Consumer Credit in US Rose Less Than Forecast in February
News from Bloomberg:

U.S. consumer borrowing rose less than forecast in February, restrained by a drop in credit-card debt, according to a Federal Reserve report.

Credit increased $ 8.7 billion, the least in four months, after a revised $ 18.6 billion gain in January that was more than initially estimated, Federal Reserve figures showed today in Washington. Economists projected a $ 12 billion rise in the measure of revolving and non-revolving loans for February, according to the median forecast in a Bloomberg News survey.

Smaller gains in borrowing indicate American households are continuing to pay down debt or are less optimistic about their finances. Another report today showed the economy created fewer jobs than forecast in March, a sign it may take time before consumers become more comfortable taking on debt.

“Credit card borrowing has slowed down a bit,” Aneta Markowska, a senior U.S. economist at Societe Generale in New York, said before the report. “Cle…………… continues on Bloomberg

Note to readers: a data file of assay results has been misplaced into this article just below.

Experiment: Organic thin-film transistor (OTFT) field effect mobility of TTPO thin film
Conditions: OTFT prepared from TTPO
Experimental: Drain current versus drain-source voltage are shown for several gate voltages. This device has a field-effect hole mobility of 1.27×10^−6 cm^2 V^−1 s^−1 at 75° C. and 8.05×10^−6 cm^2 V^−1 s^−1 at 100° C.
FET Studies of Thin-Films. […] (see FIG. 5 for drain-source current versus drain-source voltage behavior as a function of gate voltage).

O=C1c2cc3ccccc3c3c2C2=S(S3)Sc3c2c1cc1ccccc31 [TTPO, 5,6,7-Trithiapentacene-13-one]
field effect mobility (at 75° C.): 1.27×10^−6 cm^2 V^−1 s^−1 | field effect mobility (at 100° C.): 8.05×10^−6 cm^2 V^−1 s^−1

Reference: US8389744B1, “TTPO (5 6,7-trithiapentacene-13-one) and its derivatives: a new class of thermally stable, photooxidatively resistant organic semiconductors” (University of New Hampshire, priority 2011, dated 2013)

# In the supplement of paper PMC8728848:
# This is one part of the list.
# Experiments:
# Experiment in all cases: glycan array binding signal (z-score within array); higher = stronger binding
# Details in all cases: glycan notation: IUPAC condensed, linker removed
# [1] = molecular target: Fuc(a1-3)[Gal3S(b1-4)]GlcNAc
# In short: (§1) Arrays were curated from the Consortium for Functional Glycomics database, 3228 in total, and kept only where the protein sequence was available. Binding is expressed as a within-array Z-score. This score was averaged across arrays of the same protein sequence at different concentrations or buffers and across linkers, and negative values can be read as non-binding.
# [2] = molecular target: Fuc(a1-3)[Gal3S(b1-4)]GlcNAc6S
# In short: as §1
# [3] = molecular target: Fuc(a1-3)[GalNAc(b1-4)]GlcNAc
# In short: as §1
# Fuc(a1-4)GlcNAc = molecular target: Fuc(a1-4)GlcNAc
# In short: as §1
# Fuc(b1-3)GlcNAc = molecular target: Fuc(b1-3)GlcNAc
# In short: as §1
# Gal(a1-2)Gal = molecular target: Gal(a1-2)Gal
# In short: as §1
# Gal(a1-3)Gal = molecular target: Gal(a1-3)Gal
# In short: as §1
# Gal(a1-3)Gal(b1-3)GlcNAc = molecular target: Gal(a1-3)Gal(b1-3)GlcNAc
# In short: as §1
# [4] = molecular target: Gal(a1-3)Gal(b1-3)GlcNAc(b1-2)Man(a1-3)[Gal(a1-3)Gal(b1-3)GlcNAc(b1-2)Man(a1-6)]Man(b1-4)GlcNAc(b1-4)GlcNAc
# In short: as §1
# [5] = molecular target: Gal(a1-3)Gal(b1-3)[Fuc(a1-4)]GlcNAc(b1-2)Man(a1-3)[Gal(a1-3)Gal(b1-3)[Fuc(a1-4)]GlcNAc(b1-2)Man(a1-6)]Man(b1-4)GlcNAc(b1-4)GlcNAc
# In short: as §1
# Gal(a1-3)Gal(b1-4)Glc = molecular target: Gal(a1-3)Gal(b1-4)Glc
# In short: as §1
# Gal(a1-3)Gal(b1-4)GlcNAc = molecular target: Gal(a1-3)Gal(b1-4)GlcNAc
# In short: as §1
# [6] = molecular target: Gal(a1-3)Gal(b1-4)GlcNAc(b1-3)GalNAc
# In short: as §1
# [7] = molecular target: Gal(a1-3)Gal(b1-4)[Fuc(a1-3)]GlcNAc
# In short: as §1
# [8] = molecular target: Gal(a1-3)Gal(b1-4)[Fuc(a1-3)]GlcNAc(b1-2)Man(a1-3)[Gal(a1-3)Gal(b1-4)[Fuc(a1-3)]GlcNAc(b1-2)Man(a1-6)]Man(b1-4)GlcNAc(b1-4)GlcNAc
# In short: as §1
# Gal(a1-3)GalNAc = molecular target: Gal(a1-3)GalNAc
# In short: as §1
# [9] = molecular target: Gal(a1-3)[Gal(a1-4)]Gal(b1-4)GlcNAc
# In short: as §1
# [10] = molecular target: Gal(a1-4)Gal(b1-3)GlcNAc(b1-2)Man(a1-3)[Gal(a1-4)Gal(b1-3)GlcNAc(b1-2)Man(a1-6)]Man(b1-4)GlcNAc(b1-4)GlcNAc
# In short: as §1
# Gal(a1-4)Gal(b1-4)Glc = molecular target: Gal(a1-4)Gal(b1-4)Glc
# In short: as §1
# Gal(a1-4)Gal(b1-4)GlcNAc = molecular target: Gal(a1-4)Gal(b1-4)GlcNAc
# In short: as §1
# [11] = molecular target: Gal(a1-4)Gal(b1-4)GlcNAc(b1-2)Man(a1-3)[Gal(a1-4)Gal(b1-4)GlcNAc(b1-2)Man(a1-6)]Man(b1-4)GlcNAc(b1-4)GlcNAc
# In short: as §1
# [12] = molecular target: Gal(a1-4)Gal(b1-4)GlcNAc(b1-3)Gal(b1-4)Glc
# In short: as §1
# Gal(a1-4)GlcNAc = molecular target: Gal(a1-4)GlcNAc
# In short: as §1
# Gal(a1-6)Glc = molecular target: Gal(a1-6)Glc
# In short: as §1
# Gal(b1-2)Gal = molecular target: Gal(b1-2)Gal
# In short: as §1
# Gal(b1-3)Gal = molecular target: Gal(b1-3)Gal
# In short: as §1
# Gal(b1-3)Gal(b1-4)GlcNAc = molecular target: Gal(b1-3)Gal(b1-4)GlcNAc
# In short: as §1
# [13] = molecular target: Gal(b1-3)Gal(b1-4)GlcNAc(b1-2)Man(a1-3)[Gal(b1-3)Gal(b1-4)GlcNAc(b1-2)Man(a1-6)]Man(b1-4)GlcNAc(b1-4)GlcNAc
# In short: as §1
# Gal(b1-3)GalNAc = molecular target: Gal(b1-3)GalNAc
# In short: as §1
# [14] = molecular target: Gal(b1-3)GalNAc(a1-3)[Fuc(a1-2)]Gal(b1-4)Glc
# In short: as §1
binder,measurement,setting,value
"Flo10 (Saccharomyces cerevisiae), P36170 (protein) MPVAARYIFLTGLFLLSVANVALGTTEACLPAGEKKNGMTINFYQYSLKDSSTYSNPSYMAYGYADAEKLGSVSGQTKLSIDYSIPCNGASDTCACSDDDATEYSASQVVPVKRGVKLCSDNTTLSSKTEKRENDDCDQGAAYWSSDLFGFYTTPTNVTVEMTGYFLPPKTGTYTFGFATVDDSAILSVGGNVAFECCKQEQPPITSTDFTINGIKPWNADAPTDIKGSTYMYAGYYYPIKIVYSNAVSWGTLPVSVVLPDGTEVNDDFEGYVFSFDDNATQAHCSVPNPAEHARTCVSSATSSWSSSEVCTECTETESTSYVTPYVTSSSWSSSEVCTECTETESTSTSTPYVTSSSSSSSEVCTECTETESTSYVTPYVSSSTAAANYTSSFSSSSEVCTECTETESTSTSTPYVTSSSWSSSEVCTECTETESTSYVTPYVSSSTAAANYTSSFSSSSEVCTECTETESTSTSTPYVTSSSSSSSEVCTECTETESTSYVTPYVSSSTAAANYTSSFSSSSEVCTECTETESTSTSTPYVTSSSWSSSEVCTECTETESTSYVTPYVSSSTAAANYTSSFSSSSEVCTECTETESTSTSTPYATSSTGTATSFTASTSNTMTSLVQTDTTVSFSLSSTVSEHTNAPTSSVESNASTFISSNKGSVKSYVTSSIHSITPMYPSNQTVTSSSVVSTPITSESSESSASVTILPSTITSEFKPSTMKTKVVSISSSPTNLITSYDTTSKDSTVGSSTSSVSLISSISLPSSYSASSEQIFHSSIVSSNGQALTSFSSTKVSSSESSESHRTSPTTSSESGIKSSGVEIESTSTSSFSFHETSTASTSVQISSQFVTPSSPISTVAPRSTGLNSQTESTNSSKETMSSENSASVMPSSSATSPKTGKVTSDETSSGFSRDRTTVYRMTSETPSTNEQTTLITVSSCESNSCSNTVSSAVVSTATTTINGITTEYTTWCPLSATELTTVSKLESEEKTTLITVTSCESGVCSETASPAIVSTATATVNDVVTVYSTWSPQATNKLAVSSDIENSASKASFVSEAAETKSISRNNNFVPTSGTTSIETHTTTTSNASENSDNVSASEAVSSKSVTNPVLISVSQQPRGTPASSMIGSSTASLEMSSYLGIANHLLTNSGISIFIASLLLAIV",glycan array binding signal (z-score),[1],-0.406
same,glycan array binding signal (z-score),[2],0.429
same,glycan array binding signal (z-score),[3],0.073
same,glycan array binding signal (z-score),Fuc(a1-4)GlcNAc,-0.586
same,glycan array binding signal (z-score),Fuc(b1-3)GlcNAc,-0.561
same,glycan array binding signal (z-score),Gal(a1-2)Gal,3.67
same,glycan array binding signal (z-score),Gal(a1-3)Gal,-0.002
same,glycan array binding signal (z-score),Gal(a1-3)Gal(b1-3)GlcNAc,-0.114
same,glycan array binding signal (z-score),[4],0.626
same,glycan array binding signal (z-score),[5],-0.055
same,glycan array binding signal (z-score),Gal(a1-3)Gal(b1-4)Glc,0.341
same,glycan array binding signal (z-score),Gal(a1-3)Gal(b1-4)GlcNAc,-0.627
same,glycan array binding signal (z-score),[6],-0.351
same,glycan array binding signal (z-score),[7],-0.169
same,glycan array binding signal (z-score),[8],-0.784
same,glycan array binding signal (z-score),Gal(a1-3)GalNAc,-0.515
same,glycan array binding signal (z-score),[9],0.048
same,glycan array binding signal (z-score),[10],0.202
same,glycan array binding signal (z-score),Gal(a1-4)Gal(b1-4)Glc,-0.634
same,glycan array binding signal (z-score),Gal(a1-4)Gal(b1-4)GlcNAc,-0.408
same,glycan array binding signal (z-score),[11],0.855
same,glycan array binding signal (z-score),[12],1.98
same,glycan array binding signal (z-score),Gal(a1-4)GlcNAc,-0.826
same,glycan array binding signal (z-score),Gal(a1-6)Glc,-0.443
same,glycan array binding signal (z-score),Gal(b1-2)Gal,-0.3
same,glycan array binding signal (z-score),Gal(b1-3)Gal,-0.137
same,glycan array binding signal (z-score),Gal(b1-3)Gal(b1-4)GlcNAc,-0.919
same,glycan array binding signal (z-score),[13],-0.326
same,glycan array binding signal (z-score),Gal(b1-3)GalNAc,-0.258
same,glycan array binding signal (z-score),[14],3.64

… Read the full article
.

Related News:

Student loan debt hurts recovery
News from Mid Columbia Tri City Herald:

WASHINGTON — The federal student loan program seemed like a great idea back in 1965: borrow to go to college now, pay it back later when you have a job.

But many borrowers these days are close to flunking out, tripped up by painful real-life lessons in math and economics.

Surging above $ 1 trillion, U.S. student loan debt has surpassed credit card and auto-loan debt. This debt explosion jeopardizes the fragile recovery, increases the burden on taxpayers and possibly sets the stage for a new economic crisis.

With a still-wobbly jobs market, these loans are increasingly hard to pay off. Unable to find work, many students have returned to school, further driving up their indebtedness.

Average student loan debt recently topped $ 25,000, up 25 percent in 10 years. And the mushrooming debt has direct implications for taxpayers, since 8 in 10 of these loans are government-issued or guaranteed.

President Obama has offered a raft of proposals aimed at fine-tuning the system and making repayments easier. Yet the predicament of debt-burdened former students has failed to generate much notice in the GOP presidential campaign. Instead, the candidates are dismissive of government student loan programs in general and Obama’s proposals in particular.

Rick Santorum went so far as to label Obama “a snob” for urging all Americans t…………… continues on Mid Columbia Tri City Herald

… Read the full article